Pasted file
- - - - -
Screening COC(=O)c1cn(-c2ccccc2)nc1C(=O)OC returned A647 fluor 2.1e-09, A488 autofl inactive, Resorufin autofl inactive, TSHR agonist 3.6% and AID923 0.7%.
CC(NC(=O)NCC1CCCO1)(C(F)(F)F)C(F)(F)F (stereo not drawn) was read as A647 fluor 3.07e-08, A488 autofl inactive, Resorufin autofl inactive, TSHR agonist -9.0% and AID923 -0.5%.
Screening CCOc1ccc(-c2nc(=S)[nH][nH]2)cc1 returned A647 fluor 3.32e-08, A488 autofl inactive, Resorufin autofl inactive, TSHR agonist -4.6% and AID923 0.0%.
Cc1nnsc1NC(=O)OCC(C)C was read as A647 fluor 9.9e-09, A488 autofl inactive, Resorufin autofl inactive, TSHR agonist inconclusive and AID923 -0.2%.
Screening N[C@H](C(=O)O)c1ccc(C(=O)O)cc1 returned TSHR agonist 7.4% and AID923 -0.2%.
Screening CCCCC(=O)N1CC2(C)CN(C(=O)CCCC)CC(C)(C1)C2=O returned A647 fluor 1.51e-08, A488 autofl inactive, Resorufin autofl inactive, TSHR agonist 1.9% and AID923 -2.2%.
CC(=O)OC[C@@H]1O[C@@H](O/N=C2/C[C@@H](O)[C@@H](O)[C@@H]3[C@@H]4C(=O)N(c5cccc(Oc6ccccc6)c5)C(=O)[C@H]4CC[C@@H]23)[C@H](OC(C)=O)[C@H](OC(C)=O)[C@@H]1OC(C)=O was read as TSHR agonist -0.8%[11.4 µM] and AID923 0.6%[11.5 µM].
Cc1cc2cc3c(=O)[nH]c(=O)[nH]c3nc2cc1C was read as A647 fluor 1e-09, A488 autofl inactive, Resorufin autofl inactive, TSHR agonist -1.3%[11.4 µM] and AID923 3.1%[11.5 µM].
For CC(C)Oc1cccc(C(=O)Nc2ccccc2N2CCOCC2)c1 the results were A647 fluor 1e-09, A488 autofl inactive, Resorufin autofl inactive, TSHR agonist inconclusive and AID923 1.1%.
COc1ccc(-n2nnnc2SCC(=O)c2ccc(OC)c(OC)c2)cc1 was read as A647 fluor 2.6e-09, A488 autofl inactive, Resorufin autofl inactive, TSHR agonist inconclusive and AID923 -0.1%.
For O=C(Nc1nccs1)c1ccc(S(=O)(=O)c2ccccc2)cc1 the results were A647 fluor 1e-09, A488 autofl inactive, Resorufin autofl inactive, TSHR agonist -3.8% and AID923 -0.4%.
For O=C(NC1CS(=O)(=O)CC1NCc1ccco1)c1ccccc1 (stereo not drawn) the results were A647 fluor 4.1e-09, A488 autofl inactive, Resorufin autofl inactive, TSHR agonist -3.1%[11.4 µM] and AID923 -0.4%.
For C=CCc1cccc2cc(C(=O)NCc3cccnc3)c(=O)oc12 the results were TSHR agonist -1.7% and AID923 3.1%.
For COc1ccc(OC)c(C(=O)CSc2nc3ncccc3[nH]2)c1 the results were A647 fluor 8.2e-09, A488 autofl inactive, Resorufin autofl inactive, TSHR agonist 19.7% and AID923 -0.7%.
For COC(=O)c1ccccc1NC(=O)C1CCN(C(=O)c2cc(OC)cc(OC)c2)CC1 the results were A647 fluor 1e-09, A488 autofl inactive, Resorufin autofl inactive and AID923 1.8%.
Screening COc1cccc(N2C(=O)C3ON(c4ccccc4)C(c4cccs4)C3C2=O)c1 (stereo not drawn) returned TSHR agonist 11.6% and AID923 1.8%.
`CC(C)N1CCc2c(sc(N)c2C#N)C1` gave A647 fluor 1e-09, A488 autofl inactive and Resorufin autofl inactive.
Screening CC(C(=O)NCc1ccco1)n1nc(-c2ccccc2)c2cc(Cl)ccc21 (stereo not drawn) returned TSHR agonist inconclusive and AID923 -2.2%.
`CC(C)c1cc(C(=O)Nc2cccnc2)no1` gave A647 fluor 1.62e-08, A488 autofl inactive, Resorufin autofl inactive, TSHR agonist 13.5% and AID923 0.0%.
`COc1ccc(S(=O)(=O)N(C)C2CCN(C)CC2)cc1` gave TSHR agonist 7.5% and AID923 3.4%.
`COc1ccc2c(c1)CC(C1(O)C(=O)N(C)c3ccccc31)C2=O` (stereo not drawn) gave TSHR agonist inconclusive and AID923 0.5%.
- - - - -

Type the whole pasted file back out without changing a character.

Screening COC(=O)c1cn(-c2ccccc2)nc1C(=O)OC returned A647 fluor 2.1e-09, A488 autofl inactive, Resorufin autofl inactive, TSHR agonist 3.6% and AID923 0.7%.
CC(NC(=O)NCC1CCCO1)(C(F)(F)F)C(F)(F)F (stereo not drawn) was read as A647 fluor 3.07e-08, A488 autofl inactive, Resorufin autofl inactive, TSHR agonist -9.0% and AID923 -0.5%.
Screening CCOc1ccc(-c2nc(=S)[nH][nH]2)cc1 returned A647 fluor 3.32e-08, A488 autofl inactive, Resorufin autofl inactive, TSHR agonist -4.6% and AID923 0.0%.
Cc1nnsc1NC(=O)OCC(C)C was read as A647 fluor 9.9e-09, A488 autofl inactive, Resorufin autofl inactive, TSHR agonist inconclusive and AID923 -0.2%.
Screening N[C@H](C(=O)O)c1ccc(C(=O)O)cc1 returned TSHR agonist 7.4% and AID923 -0.2%.
Screening CCCCC(=O)N1CC2(C)CN(C(=O)CCCC)CC(C)(C1)C2=O returned A647 fluor 1.51e-08, A488 autofl inactive, Resorufin autofl inactive, TSHR agonist 1.9% and AID923 -2.2%.
CC(=O)OC[C@@H]1O[C@@H](O/N=C2/C[C@@H](O)[C@@H](O)[C@@H]3[C@@H]4C(=O)N(c5cccc(Oc6ccccc6)c5)C(=O)[C@H]4CC[C@@H]23)[C@H](OC(C)=O)[C@H](OC(C)=O)[C@@H]1OC(C)=O was read as TSHR agonist -0.8%[11.4 µM] and AID923 0.6%[11.5 µM].
Cc1cc2cc3c(=O)[nH]c(=O)[nH]c3nc2cc1C was read as A647 fluor 1e-09, A488 autofl inactive, Resorufin autofl inactive, TSHR agonist -1.3%[11.4 µM] and AID923 3.1%[11.5 µM].
For CC(C)Oc1cccc(C(=O)Nc2ccccc2N2CCOCC2)c1 the results were A647 fluor 1e-09, A488 autofl inactive, Resorufin autofl inactive, TSHR agonist inconclusive and AID923 1.1%.
COc1ccc(-n2nnnc2SCC(=O)c2ccc(OC)c(OC)c2)cc1 was read as A647 fluor 2.6e-09, A488 autofl inactive, Resorufin autofl inactive, TSHR agonist inconclusive and AID923 -0.1%.
For O=C(Nc1nccs1)c1ccc(S(=O)(=O)c2ccccc2)cc1 the results were A647 fluor 1e-09, A488 autofl inactive, Resorufin autofl inactive, TSHR agonist -3.8% and AID923 -0.4%.
For O=C(NC1CS(=O)(=O)CC1NCc1ccco1)c1ccccc1 (stereo not drawn) the results were A647 fluor 4.1e-09, A488 autofl inactive, Resorufin autofl inactive, TSHR agonist -3.1%[11.4 µM] and AID923 -0.4%.
For C=CCc1cccc2cc(C(=O)NCc3cccnc3)c(=O)oc12 the results were TSHR agonist -1.7% and AID923 3.1%.
For COc1ccc(OC)c(C(=O)CSc2nc3ncccc3[nH]2)c1 the results were A647 fluor 8.2e-09, A488 autofl inactive, Resorufin autofl inactive, TSHR agonist 19.7% and AID923 -0.7%.
For COC(=O)c1ccccc1NC(=O)C1CCN(C(=O)c2cc(OC)cc(OC)c2)CC1 the results were A647 fluor 1e-09, A488 autofl inactive, Resorufin autofl inactive and AID923 1.8%.
Screening COc1cccc(N2C(=O)C3ON(c4ccccc4)C(c4cccs4)C3C2=O)c1 (stereo not drawn) returned TSHR agonist 11.6% and AID923 1.8%.
`CC(C)N1CCc2c(sc(N)c2C#N)C1` gave A647 fluor 1e-09, A488 autofl inactive and Resorufin autofl inactive.
Screening CC(C(=O)NCc1ccco1)n1nc(-c2ccccc2)c2cc(Cl)ccc21 (stereo not drawn) returned TSHR agonist inconclusive and AID923 -2.2%.
`CC(C)c1cc(C(=O)Nc2cccnc2)no1` gave A647 fluor 1.62e-08, A488 autofl inactive, Resorufin autofl inactive, TSHR agonist 13.5% and AID923 0.0%.
`COc1ccc(S(=O)(=O)N(C)C2CCN(C)CC2)cc1` gave TSHR agonist 7.5% and AID923 3.4%.
`COc1ccc2c(c1)CC(C1(O)C(=O)N(C)c3ccccc31)C2=O` (stereo not drawn) gave TSHR agonist inconclusive and AID923 0.5%.